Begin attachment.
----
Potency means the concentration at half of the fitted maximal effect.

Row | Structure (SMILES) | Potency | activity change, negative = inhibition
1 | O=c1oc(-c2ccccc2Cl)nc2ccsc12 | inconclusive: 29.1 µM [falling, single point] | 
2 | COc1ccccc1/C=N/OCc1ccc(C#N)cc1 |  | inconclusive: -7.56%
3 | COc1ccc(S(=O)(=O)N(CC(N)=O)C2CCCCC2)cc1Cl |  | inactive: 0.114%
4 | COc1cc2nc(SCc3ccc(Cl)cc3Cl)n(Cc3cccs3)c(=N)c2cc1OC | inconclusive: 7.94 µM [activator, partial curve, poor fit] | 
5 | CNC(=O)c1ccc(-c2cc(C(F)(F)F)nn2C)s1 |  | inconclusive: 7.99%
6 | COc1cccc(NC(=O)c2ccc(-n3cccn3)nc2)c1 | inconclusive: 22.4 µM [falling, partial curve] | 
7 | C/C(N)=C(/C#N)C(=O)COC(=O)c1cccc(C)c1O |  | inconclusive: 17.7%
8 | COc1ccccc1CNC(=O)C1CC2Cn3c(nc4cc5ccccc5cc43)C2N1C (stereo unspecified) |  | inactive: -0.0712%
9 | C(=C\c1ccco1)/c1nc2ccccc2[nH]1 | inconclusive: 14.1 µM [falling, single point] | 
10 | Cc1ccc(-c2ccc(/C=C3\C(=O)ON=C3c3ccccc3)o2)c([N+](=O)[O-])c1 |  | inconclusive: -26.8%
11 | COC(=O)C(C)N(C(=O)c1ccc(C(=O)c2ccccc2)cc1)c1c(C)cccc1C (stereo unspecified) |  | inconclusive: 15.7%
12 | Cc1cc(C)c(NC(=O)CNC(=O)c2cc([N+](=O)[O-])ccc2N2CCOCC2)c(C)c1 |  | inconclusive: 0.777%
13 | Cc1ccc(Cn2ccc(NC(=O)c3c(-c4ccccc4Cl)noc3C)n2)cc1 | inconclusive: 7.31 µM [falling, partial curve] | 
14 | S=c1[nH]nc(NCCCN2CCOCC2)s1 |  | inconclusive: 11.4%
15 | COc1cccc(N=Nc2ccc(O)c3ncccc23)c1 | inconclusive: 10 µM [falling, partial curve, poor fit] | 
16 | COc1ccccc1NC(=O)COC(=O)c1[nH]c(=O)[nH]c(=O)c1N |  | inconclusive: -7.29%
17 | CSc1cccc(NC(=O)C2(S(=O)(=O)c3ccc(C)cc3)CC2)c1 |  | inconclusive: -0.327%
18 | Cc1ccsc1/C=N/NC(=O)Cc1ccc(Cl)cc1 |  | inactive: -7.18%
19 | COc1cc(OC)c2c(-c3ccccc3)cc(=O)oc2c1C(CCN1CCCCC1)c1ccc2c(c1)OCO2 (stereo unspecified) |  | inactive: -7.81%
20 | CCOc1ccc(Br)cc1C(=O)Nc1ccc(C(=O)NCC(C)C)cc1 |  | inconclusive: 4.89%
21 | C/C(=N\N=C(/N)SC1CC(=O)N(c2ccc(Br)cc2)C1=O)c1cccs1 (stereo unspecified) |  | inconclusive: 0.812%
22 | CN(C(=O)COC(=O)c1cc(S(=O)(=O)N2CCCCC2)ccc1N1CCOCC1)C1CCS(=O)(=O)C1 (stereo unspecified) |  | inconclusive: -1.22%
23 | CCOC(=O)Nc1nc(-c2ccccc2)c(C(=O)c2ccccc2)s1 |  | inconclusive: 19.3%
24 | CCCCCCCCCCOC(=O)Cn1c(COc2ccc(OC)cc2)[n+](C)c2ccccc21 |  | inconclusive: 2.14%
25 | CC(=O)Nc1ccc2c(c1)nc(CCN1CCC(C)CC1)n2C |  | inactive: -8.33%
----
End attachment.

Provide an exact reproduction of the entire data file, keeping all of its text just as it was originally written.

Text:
Potency means the concentration at half of the fitted maximal effect.

Row | Structure (SMILES) | Potency | activity change, negative = inhibition
1 | O=c1oc(-c2ccccc2Cl)nc2ccsc12 | inconclusive: 29.1 µM [falling, single point] | 
2 | COc1ccccc1/C=N/OCc1ccc(C#N)cc1 |  | inconclusive: -7.56%
3 | COc1ccc(S(=O)(=O)N(CC(N)=O)C2CCCCC2)cc1Cl |  | inactive: 0.114%
4 | COc1cc2nc(SCc3ccc(Cl)cc3Cl)n(Cc3cccs3)c(=N)c2cc1OC | inconclusive: 7.94 µM [activator, partial curve, poor fit] | 
5 | CNC(=O)c1ccc(-c2cc(C(F)(F)F)nn2C)s1 |  | inconclusive: 7.99%
6 | COc1cccc(NC(=O)c2ccc(-n3cccn3)nc2)c1 | inconclusive: 22.4 µM [falling, partial curve] | 
7 | C/C(N)=C(/C#N)C(=O)COC(=O)c1cccc(C)c1O |  | inconclusive: 17.7%
8 | COc1ccccc1CNC(=O)C1CC2Cn3c(nc4cc5ccccc5cc43)C2N1C (stereo unspecified) |  | inactive: -0.0712%
9 | C(=C\c1ccco1)/c1nc2ccccc2[nH]1 | inconclusive: 14.1 µM [falling, single point] | 
10 | Cc1ccc(-c2ccc(/C=C3\C(=O)ON=C3c3ccccc3)o2)c([N+](=O)[O-])c1 |  | inconclusive: -26.8%
11 | COC(=O)C(C)N(C(=O)c1ccc(C(=O)c2ccccc2)cc1)c1c(C)cccc1C (stereo unspecified) |  | inconclusive: 15.7%
12 | Cc1cc(C)c(NC(=O)CNC(=O)c2cc([N+](=O)[O-])ccc2N2CCOCC2)c(C)c1 |  | inconclusive: 0.777%
13 | Cc1ccc(Cn2ccc(NC(=O)c3c(-c4ccccc4Cl)noc3C)n2)cc1 | inconclusive: 7.31 µM [falling, partial curve] | 
14 | S=c1[nH]nc(NCCCN2CCOCC2)s1 |  | inconclusive: 11.4%
15 | COc1cccc(N=Nc2ccc(O)c3ncccc23)c1 | inconclusive: 10 µM [falling, partial curve, poor fit] | 
16 | COc1ccccc1NC(=O)COC(=O)c1[nH]c(=O)[nH]c(=O)c1N |  | inconclusive: -7.29%
17 | CSc1cccc(NC(=O)C2(S(=O)(=O)c3ccc(C)cc3)CC2)c1 |  | inconclusive: -0.327%
18 | Cc1ccsc1/C=N/NC(=O)Cc1ccc(Cl)cc1 |  | inactive: -7.18%
19 | COc1cc(OC)c2c(-c3ccccc3)cc(=O)oc2c1C(CCN1CCCCC1)c1ccc2c(c1)OCO2 (stereo unspecified) |  | inactive: -7.81%
20 | CCOc1ccc(Br)cc1C(=O)Nc1ccc(C(=O)NCC(C)C)cc1 |  | inconclusive: 4.89%
21 | C/C(=N\N=C(/N)SC1CC(=O)N(c2ccc(Br)cc2)C1=O)c1cccs1 (stereo unspecified) |  | inconclusive: 0.812%
22 | CN(C(=O)COC(=O)c1cc(S(=O)(=O)N2CCCCC2)ccc1N1CCOCC1)C1CCS(=O)(=O)C1 (stereo unspecified) |  | inconclusive: -1.22%
23 | CCOC(=O)Nc1nc(-c2ccccc2)c(C(=O)c2ccccc2)s1 |  | inconclusive: 19.3%
24 | CCCCCCCCCCOC(=O)Cn1c(COc2ccc(OC)cc2)[n+](C)c2ccccc21 |  | inconclusive: 2.14%
25 | CC(=O)Nc1ccc2c(c1)nc(CCN1CCC(C)CC1)n2C |  | inactive: -8.33%